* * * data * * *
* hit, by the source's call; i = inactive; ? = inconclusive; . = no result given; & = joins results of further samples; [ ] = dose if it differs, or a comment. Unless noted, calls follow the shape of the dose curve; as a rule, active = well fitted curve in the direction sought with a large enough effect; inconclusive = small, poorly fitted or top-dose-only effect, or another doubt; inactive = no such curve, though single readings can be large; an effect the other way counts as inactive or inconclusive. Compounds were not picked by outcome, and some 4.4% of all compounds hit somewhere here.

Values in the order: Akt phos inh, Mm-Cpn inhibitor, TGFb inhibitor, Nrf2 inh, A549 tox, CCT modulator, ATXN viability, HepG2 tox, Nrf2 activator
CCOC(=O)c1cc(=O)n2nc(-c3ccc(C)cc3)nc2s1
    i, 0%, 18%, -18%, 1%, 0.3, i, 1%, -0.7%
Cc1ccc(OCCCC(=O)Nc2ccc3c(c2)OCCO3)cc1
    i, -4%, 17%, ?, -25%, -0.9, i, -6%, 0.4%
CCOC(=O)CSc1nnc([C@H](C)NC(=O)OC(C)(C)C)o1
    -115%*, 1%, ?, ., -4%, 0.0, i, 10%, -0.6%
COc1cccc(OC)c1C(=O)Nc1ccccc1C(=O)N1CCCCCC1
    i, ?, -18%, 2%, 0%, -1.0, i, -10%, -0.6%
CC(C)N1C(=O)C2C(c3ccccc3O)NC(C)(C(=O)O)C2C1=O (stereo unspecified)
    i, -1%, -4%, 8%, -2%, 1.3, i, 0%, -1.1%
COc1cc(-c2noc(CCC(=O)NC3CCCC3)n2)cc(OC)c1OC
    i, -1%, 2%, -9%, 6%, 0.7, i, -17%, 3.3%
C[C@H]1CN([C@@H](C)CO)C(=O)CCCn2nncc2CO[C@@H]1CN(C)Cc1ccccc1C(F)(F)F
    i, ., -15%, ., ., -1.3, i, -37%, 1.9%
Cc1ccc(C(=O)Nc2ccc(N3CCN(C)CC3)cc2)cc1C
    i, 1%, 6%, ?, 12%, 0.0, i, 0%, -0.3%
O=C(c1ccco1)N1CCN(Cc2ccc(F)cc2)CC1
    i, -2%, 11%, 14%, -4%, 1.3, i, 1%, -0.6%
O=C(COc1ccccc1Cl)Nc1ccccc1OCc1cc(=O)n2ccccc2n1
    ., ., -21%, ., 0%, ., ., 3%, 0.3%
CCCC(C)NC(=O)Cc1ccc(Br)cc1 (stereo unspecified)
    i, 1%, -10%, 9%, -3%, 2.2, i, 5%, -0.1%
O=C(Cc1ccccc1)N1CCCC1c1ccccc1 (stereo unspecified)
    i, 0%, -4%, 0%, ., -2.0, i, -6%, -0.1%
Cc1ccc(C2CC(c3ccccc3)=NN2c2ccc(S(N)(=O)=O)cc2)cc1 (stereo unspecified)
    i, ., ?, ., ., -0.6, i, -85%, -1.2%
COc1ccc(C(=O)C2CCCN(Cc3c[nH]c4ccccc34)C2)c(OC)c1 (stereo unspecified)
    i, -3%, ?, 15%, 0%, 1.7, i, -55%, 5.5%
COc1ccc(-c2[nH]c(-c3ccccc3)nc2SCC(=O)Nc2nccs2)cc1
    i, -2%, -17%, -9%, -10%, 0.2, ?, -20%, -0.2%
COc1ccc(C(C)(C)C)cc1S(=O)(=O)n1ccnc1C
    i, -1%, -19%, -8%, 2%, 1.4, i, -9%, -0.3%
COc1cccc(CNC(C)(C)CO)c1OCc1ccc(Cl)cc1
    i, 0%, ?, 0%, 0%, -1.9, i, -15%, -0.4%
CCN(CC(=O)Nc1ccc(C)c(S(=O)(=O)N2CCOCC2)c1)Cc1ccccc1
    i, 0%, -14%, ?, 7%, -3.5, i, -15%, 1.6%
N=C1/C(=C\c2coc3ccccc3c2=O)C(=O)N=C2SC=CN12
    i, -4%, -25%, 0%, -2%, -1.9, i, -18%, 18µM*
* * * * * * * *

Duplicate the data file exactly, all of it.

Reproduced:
* hit, by the source's call; i = inactive; ? = inconclusive; . = no result given; & = joins results of further samples; [ ] = dose if it differs, or a comment. Unless noted, calls follow the shape of the dose curve; as a rule, active = well fitted curve in the direction sought with a large enough effect; inconclusive = small, poorly fitted or top-dose-only effect, or another doubt; inactive = no such curve, though single readings can be large; an effect the other way counts as inactive or inconclusive. Compounds were not picked by outcome, and some 4.4% of all compounds hit somewhere here.

Values in the order: Akt phos inh, Mm-Cpn inhibitor, TGFb inhibitor, Nrf2 inh, A549 tox, CCT modulator, ATXN viability, HepG2 tox, Nrf2 activator
CCOC(=O)c1cc(=O)n2nc(-c3ccc(C)cc3)nc2s1
    i, 0%, 18%, -18%, 1%, 0.3, i, 1%, -0.7%
Cc1ccc(OCCCC(=O)Nc2ccc3c(c2)OCCO3)cc1
    i, -4%, 17%, ?, -25%, -0.9, i, -6%, 0.4%
CCOC(=O)CSc1nnc([C@H](C)NC(=O)OC(C)(C)C)o1
    -115%*, 1%, ?, ., -4%, 0.0, i, 10%, -0.6%
COc1cccc(OC)c1C(=O)Nc1ccccc1C(=O)N1CCCCCC1
    i, ?, -18%, 2%, 0%, -1.0, i, -10%, -0.6%
CC(C)N1C(=O)C2C(c3ccccc3O)NC(C)(C(=O)O)C2C1=O (stereo unspecified)
    i, -1%, -4%, 8%, -2%, 1.3, i, 0%, -1.1%
COc1cc(-c2noc(CCC(=O)NC3CCCC3)n2)cc(OC)c1OC
    i, -1%, 2%, -9%, 6%, 0.7, i, -17%, 3.3%
C[C@H]1CN([C@@H](C)CO)C(=O)CCCn2nncc2CO[C@@H]1CN(C)Cc1ccccc1C(F)(F)F
    i, ., -15%, ., ., -1.3, i, -37%, 1.9%
Cc1ccc(C(=O)Nc2ccc(N3CCN(C)CC3)cc2)cc1C
    i, 1%, 6%, ?, 12%, 0.0, i, 0%, -0.3%
O=C(c1ccco1)N1CCN(Cc2ccc(F)cc2)CC1
    i, -2%, 11%, 14%, -4%, 1.3, i, 1%, -0.6%
O=C(COc1ccccc1Cl)Nc1ccccc1OCc1cc(=O)n2ccccc2n1
    ., ., -21%, ., 0%, ., ., 3%, 0.3%
CCCC(C)NC(=O)Cc1ccc(Br)cc1 (stereo unspecified)
    i, 1%, -10%, 9%, -3%, 2.2, i, 5%, -0.1%
O=C(Cc1ccccc1)N1CCCC1c1ccccc1 (stereo unspecified)
    i, 0%, -4%, 0%, ., -2.0, i, -6%, -0.1%
Cc1ccc(C2CC(c3ccccc3)=NN2c2ccc(S(N)(=O)=O)cc2)cc1 (stereo unspecified)
    i, ., ?, ., ., -0.6, i, -85%, -1.2%
COc1ccc(C(=O)C2CCCN(Cc3c[nH]c4ccccc34)C2)c(OC)c1 (stereo unspecified)
    i, -3%, ?, 15%, 0%, 1.7, i, -55%, 5.5%
COc1ccc(-c2[nH]c(-c3ccccc3)nc2SCC(=O)Nc2nccs2)cc1
    i, -2%, -17%, -9%, -10%, 0.2, ?, -20%, -0.2%
COc1ccc(C(C)(C)C)cc1S(=O)(=O)n1ccnc1C
    i, -1%, -19%, -8%, 2%, 1.4, i, -9%, -0.3%
COc1cccc(CNC(C)(C)CO)c1OCc1ccc(Cl)cc1
    i, 0%, ?, 0%, 0%, -1.9, i, -15%, -0.4%
CCN(CC(=O)Nc1ccc(C)c(S(=O)(=O)N2CCOCC2)c1)Cc1ccccc1
    i, 0%, -14%, ?, 7%, -3.5, i, -15%, 1.6%
N=C1/C(=C\c2coc3ccccc3c2=O)C(=O)N=C2SC=CN12
    i, -4%, -25%, 0%, -2%, -1.9, i, -18%, 18µM*